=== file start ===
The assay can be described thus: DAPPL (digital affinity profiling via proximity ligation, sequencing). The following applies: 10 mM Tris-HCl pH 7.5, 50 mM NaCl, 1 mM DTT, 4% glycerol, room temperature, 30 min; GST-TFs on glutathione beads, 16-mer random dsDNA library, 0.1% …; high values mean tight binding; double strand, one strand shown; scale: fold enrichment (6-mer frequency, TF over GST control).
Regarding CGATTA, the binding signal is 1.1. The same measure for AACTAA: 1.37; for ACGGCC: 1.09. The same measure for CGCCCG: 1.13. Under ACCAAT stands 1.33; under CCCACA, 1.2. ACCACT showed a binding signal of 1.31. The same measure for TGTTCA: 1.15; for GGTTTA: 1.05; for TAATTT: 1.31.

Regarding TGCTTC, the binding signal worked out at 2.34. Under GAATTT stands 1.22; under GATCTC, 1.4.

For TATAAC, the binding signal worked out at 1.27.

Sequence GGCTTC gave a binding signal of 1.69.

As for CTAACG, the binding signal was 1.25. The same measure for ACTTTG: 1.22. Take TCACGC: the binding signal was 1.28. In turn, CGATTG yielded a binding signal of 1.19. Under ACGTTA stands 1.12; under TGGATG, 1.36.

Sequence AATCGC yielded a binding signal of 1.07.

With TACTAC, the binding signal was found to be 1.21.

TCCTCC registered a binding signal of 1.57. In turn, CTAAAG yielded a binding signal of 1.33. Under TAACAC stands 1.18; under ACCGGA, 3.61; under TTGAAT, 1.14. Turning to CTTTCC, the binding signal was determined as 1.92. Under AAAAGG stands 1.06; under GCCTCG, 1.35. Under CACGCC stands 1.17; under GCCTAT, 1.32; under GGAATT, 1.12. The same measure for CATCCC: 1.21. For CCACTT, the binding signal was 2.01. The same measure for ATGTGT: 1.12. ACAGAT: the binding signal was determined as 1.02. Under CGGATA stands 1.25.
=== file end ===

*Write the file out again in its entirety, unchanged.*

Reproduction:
The assay can be described thus: DAPPL (digital affinity profiling via proximity ligation, sequencing). The following applies: 10 mM Tris-HCl pH 7.5, 50 mM NaCl, 1 mM DTT, 4% glycerol, room temperature, 30 min; GST-TFs on glutathione beads, 16-mer random dsDNA library, 0.1% …; high values mean tight binding; double strand, one strand shown; scale: fold enrichment (6-mer frequency, TF over GST control).
Regarding CGATTA, the binding signal is 1.1. The same measure for AACTAA: 1.37; for ACGGCC: 1.09. The same measure for CGCCCG: 1.13. Under ACCAAT stands 1.33; under CCCACA, 1.2. ACCACT showed a binding signal of 1.31. The same measure for TGTTCA: 1.15; for GGTTTA: 1.05; for TAATTT: 1.31.

Regarding TGCTTC, the binding signal worked out at 2.34. Under GAATTT stands 1.22; under GATCTC, 1.4.

For TATAAC, the binding signal worked out at 1.27.

Sequence GGCTTC gave a binding signal of 1.69.

As for CTAACG, the binding signal was 1.25. The same measure for ACTTTG: 1.22. Take TCACGC: the binding signal was 1.28. In turn, CGATTG yielded a binding signal of 1.19. Under ACGTTA stands 1.12; under TGGATG, 1.36.

Sequence AATCGC yielded a binding signal of 1.07.

With TACTAC, the binding signal was found to be 1.21.

TCCTCC registered a binding signal of 1.57. In turn, CTAAAG yielded a binding signal of 1.33. Under TAACAC stands 1.18; under ACCGGA, 3.61; under TTGAAT, 1.14. Turning to CTTTCC, the binding signal was determined as 1.92. Under AAAAGG stands 1.06; under GCCTCG, 1.35. Under CACGCC stands 1.17; under GCCTAT, 1.32; under GGAATT, 1.12. The same measure for CATCCC: 1.21. For CCACTT, the binding signal was 2.01. The same measure for ATGTGT: 1.12. ACAGAT: the binding signal was determined as 1.02. Under CGGATA stands 1.25.